As Roddy takes on a new a title, he says he is confident his relationship with McPherson and the entire force will help him make the changes the community wants to see.
“We supported each other through patrol, narcotics enforcement, SWAT operations, supporting his efforts and investigations,” Chief Roddy says. “That's just what Mac and I have always done, so all I see is that growing.”
Roddy's first official day on the job as the chief is still up in the air.
But, he says the department is working on putting together an official swearing in ceremony where he will take the oath of office.
PREVIOUS STORY: Chattanooga's acting police chief has been picked by the mayor to lead the department. Mayor Andy Berke chose Deputy Chief David Roddy for the job.
The other two finalists included Assistant Chief Edwin McPherson and Commander Todd Chamberlain from the Los Angeles Police Department.
Mayor Berke mentioned the department needed someone "worthy" who would help "inspire officers who risk their lives every day."
Berke said Roddy leads by example, understands the job is about community and safety not about punishment, understand that we have to pay attention to victims not just perpetrators, and organizational skills.
A new name will soon be displayed at the entrance of the Chattanooga Police Services Center.
Deputy Chief David Roddy has been serving as acting chief. He's been with the Chattanooga Police Department for nearly 23 years and has worked his way up the ranks.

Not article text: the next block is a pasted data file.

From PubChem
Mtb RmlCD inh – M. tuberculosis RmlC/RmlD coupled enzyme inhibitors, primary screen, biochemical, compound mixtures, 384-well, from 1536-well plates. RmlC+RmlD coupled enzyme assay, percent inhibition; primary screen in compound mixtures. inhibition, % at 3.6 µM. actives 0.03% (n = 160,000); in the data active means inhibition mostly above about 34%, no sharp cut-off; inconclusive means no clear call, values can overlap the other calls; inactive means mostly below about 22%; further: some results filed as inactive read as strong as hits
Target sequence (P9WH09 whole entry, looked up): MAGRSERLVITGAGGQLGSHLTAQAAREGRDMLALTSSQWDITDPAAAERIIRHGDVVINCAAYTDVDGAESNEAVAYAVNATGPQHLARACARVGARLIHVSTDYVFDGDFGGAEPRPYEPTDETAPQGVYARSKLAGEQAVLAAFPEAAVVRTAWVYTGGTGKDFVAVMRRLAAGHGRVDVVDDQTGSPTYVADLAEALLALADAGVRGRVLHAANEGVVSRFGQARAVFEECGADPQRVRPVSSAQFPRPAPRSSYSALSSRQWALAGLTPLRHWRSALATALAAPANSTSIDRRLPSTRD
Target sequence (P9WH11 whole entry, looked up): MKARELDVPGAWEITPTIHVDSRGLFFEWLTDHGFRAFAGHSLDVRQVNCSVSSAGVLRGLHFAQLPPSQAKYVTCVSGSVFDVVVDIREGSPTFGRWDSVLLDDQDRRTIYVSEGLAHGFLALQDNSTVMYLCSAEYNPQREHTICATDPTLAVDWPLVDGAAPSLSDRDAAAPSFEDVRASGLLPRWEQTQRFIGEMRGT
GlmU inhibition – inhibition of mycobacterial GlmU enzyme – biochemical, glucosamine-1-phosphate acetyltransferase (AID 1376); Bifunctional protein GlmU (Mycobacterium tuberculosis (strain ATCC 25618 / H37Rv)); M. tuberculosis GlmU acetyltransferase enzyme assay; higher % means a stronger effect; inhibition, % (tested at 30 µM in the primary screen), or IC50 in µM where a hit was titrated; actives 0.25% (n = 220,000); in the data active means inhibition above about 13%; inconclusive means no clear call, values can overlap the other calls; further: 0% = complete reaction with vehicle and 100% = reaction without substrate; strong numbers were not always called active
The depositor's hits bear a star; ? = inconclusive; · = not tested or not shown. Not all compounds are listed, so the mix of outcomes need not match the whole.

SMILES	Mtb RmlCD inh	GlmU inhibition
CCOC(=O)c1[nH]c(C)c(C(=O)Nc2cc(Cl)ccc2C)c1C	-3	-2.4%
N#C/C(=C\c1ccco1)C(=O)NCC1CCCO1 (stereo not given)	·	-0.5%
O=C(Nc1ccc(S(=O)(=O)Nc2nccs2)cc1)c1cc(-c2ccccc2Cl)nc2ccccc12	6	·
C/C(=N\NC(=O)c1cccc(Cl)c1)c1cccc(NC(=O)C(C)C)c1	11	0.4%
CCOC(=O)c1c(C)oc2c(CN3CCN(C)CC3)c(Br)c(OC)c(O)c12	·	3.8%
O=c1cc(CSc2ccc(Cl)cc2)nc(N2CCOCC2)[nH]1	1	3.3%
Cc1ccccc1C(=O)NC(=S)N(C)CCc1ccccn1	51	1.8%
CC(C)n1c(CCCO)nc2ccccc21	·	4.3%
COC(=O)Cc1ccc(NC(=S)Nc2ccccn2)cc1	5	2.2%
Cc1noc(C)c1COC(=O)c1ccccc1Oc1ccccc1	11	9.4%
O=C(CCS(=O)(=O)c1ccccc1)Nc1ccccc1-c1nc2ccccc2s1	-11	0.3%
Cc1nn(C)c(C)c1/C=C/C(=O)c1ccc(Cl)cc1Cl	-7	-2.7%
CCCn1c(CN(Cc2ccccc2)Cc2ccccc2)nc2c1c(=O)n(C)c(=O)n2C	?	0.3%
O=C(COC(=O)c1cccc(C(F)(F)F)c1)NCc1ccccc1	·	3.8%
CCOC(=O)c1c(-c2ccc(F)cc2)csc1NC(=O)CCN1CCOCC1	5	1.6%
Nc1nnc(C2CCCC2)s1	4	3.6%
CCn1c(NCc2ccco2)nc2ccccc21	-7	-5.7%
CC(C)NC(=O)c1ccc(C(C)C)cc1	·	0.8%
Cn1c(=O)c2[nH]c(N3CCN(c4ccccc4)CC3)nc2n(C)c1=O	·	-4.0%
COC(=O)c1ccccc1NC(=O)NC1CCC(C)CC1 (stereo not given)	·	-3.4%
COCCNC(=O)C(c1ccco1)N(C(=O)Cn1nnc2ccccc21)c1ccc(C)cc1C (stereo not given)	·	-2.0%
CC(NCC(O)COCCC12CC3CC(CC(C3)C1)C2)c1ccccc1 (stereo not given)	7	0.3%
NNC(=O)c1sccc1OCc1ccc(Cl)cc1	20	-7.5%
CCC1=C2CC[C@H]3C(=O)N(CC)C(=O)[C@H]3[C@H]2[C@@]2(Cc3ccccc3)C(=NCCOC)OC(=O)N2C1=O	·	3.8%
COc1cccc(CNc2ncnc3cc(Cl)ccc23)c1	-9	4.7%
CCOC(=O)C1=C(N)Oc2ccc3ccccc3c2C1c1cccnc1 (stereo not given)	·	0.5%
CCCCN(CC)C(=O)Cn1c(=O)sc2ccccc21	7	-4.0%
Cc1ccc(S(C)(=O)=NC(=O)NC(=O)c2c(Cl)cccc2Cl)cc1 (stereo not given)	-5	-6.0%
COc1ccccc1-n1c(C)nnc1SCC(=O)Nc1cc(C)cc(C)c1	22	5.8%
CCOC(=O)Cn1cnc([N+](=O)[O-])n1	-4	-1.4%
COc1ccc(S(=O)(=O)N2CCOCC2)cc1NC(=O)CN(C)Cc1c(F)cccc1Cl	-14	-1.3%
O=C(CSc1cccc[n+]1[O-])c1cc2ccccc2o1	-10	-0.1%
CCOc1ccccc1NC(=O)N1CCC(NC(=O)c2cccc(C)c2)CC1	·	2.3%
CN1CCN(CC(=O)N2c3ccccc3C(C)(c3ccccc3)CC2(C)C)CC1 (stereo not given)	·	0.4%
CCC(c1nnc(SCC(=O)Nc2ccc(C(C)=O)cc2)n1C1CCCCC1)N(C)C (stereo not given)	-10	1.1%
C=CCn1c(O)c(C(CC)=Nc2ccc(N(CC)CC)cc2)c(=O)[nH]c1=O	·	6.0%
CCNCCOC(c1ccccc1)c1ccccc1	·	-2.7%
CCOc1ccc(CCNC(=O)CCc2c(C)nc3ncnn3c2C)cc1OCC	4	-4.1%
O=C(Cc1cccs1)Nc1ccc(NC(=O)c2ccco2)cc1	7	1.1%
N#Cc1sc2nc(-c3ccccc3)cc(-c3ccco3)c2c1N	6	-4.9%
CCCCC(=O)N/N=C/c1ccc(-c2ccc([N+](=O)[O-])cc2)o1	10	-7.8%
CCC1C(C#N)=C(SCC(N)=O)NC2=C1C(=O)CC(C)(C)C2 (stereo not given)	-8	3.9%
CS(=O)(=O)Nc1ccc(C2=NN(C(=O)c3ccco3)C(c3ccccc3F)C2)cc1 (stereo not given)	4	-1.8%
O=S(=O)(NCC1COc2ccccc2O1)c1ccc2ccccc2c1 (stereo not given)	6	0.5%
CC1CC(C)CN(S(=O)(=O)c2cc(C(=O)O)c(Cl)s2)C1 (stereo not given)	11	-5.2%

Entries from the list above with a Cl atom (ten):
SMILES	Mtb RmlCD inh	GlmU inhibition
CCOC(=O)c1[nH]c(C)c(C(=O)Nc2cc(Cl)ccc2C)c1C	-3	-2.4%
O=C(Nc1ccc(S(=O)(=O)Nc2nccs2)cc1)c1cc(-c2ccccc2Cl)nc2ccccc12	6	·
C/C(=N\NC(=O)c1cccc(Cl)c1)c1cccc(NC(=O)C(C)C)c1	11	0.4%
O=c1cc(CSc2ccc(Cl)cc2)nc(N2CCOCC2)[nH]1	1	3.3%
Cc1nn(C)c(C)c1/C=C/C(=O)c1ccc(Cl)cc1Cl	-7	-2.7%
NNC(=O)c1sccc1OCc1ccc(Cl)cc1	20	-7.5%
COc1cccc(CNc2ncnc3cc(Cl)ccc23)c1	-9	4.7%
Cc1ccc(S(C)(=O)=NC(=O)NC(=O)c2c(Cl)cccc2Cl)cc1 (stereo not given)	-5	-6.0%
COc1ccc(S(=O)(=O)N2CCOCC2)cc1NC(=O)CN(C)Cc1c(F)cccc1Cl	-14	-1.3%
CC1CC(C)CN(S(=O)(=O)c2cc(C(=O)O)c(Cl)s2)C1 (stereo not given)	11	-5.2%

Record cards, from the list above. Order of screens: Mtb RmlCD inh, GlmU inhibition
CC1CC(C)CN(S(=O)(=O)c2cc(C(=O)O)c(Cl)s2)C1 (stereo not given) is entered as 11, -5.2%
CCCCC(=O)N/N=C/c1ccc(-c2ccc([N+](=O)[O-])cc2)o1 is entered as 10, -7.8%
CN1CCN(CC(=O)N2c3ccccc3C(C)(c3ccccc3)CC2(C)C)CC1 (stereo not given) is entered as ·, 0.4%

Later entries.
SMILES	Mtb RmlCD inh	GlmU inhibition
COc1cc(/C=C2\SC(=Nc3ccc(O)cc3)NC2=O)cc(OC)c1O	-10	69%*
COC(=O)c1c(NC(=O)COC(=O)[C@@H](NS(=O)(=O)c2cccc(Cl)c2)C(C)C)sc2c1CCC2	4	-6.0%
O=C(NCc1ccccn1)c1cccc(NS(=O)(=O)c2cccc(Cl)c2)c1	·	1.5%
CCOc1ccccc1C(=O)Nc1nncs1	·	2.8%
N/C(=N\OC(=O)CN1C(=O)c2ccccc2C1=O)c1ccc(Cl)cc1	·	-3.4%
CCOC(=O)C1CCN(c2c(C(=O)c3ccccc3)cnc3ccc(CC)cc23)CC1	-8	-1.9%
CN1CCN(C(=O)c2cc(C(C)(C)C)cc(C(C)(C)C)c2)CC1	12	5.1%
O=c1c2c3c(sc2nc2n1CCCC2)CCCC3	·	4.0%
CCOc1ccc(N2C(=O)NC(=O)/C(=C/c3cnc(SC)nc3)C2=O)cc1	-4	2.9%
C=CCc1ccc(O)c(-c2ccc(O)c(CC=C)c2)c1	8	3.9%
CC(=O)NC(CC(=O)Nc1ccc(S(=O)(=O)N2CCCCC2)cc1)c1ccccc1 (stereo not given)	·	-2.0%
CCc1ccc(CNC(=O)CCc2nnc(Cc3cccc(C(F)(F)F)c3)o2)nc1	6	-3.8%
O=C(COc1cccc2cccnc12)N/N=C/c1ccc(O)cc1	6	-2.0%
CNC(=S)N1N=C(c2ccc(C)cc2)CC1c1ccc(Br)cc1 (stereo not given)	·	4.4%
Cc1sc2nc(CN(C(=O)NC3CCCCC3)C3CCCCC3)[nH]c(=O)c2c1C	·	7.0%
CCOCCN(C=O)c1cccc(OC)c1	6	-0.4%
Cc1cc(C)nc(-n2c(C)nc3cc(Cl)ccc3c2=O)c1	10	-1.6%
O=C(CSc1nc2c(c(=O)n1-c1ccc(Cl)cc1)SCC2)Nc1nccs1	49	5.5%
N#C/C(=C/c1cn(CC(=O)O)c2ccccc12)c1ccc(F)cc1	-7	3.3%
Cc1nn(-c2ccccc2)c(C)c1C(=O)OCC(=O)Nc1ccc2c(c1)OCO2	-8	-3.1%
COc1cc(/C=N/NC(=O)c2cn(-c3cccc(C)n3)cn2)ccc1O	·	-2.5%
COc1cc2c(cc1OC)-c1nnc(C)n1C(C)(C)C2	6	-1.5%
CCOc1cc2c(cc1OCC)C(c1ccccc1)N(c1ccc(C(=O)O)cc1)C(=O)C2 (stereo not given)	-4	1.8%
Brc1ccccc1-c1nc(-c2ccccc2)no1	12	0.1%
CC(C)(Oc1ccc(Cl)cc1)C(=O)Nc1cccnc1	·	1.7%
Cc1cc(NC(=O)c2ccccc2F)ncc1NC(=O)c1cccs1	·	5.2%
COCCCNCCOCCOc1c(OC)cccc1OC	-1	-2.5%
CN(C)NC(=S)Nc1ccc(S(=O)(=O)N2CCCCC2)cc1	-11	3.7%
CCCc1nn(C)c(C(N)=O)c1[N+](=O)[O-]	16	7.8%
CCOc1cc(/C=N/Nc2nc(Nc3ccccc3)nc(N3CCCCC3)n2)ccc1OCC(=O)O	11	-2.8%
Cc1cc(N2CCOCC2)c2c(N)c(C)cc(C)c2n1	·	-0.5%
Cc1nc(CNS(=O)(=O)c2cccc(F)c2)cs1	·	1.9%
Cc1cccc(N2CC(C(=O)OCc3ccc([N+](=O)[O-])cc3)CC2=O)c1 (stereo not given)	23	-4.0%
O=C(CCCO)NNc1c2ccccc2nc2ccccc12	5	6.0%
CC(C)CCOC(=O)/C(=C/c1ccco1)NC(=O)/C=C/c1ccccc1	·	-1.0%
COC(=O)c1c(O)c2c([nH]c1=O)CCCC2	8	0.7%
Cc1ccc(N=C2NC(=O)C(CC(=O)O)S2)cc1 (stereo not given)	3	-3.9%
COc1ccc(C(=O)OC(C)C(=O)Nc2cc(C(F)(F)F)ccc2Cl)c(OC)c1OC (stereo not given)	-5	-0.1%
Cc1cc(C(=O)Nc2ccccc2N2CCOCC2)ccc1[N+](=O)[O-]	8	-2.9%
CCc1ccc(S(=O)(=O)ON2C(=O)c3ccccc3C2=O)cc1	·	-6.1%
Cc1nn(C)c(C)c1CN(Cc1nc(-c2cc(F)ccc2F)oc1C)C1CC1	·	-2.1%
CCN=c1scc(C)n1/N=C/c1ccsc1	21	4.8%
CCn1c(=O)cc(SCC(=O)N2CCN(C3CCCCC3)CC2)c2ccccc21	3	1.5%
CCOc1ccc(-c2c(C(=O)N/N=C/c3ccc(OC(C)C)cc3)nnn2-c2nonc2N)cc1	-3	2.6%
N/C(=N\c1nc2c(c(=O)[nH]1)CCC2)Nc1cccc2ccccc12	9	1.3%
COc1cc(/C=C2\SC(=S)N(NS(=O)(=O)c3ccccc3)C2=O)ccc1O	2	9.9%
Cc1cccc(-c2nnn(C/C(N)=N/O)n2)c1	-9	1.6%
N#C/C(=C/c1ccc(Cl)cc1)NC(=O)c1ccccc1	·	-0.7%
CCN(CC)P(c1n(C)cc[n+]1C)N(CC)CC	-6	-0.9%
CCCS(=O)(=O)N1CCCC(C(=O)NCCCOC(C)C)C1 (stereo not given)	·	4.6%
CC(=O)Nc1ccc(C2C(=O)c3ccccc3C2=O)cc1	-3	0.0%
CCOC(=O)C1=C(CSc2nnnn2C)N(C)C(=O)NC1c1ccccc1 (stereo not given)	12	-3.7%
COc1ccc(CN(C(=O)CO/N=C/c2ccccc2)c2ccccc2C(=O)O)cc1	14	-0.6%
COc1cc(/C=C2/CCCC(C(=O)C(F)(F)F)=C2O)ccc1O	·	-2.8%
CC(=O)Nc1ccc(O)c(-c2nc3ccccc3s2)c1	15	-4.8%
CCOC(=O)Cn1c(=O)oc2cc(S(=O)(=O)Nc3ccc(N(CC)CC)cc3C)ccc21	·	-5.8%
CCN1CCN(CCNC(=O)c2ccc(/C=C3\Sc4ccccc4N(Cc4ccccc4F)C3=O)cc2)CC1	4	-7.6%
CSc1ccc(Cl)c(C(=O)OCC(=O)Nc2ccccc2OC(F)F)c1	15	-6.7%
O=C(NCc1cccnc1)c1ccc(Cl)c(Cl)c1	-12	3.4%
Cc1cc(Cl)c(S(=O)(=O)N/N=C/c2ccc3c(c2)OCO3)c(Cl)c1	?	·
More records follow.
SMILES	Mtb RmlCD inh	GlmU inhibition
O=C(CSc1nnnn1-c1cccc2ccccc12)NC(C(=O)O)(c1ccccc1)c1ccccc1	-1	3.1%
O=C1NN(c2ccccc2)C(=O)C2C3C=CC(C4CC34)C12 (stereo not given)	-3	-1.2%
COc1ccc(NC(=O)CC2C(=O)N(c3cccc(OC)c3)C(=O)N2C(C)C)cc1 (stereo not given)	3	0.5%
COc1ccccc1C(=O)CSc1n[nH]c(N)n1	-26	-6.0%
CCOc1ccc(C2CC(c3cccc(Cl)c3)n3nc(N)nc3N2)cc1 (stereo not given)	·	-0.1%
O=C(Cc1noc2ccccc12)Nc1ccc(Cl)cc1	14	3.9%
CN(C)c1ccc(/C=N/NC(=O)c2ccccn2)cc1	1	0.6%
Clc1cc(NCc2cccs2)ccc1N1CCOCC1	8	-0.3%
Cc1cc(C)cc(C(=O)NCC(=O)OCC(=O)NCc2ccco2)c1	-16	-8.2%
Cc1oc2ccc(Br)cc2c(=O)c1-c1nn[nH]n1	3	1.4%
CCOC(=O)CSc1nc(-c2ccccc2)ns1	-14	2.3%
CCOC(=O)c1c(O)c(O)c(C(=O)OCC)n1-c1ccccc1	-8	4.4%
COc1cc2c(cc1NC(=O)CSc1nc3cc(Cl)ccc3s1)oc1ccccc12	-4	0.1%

Out of 49 applicants, a selection committee narrowed it down to three. The mayor said Roddy stood out.
"Over the last three years, I've seen him get it done. We've had tremendous amount of progress. Our police department has been through a lot. He's been there every step of the way making sure great things happen and that's a huge reason why I picked him," Mayor Andy Berke said.
The acting chief wants to continue what former Chief Fred Fletcher started. That includes using the most up to date technology and community policing.
He also wants the violence reduction initiative or VRI to stick around.
"It is just another toolbox and I believe it should stay because we've seen its effectiveness with the individuals that have attended the call ins," Acting Chief David Roddy said.
Councilman Anthony Byrd believes changes should be made to the program.
"They did have right components to it and some of the components were good, but it's kind of hard to voice that to a parent who is losing their child," Councilman Anthony Byrd of District 8 said.